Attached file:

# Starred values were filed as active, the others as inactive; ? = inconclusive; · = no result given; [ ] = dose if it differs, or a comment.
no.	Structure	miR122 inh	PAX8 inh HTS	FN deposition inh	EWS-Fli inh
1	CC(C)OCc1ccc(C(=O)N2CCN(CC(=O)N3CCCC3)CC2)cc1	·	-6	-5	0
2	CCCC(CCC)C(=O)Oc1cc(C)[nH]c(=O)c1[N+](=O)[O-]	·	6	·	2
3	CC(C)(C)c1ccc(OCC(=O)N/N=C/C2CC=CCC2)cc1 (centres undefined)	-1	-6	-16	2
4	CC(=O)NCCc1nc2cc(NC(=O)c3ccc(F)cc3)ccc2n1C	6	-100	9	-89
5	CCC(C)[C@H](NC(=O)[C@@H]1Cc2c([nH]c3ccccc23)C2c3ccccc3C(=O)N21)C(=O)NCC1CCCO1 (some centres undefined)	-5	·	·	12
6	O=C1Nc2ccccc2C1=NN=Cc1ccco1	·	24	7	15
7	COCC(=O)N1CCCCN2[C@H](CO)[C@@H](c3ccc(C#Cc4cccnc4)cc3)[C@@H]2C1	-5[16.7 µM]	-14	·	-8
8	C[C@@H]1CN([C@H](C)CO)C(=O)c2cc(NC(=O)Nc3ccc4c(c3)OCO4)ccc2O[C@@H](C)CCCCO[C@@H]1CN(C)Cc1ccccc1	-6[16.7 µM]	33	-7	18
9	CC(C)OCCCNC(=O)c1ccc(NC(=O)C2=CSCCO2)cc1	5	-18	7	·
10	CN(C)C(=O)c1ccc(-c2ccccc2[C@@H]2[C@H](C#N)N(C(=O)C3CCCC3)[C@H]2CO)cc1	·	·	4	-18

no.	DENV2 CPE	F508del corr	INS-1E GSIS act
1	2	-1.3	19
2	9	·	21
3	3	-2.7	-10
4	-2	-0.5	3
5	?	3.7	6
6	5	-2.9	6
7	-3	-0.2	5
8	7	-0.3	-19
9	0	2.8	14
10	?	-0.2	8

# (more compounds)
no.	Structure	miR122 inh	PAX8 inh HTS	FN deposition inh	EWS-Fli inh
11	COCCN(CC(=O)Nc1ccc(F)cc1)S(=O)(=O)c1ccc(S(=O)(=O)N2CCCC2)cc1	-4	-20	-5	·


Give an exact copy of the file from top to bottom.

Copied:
# Starred values were filed as active, the others as inactive; ? = inconclusive; · = no result given; [ ] = dose if it differs, or a comment.
no.	Structure	miR122 inh	PAX8 inh HTS	FN deposition inh	EWS-Fli inh
1	CC(C)OCc1ccc(C(=O)N2CCN(CC(=O)N3CCCC3)CC2)cc1	·	-6	-5	0
2	CCCC(CCC)C(=O)Oc1cc(C)[nH]c(=O)c1[N+](=O)[O-]	·	6	·	2
3	CC(C)(C)c1ccc(OCC(=O)N/N=C/C2CC=CCC2)cc1 (centres undefined)	-1	-6	-16	2
4	CC(=O)NCCc1nc2cc(NC(=O)c3ccc(F)cc3)ccc2n1C	6	-100	9	-89
5	CCC(C)[C@H](NC(=O)[C@@H]1Cc2c([nH]c3ccccc23)C2c3ccccc3C(=O)N21)C(=O)NCC1CCCO1 (some centres undefined)	-5	·	·	12
6	O=C1Nc2ccccc2C1=NN=Cc1ccco1	·	24	7	15
7	COCC(=O)N1CCCCN2[C@H](CO)[C@@H](c3ccc(C#Cc4cccnc4)cc3)[C@@H]2C1	-5[16.7 µM]	-14	·	-8
8	C[C@@H]1CN([C@H](C)CO)C(=O)c2cc(NC(=O)Nc3ccc4c(c3)OCO4)ccc2O[C@@H](C)CCCCO[C@@H]1CN(C)Cc1ccccc1	-6[16.7 µM]	33	-7	18
9	CC(C)OCCCNC(=O)c1ccc(NC(=O)C2=CSCCO2)cc1	5	-18	7	·
10	CN(C)C(=O)c1ccc(-c2ccccc2[C@@H]2[C@H](C#N)N(C(=O)C3CCCC3)[C@H]2CO)cc1	·	·	4	-18

no.	DENV2 CPE	F508del corr	INS-1E GSIS act
1	2	-1.3	19
2	9	·	21
3	3	-2.7	-10
4	-2	-0.5	3
5	?	3.7	6
6	5	-2.9	6
7	-3	-0.2	5
8	7	-0.3	-19
9	0	2.8	14
10	?	-0.2	8

# (more compounds)
no.	Structure	miR122 inh	PAX8 inh HTS	FN deposition inh	EWS-Fli inh
11	COCCN(CC(=O)Nc1ccc(F)cc1)S(=O)(=O)c1ccc(S(=O)(=O)N2CCCC2)cc1	-4	-20	-5	·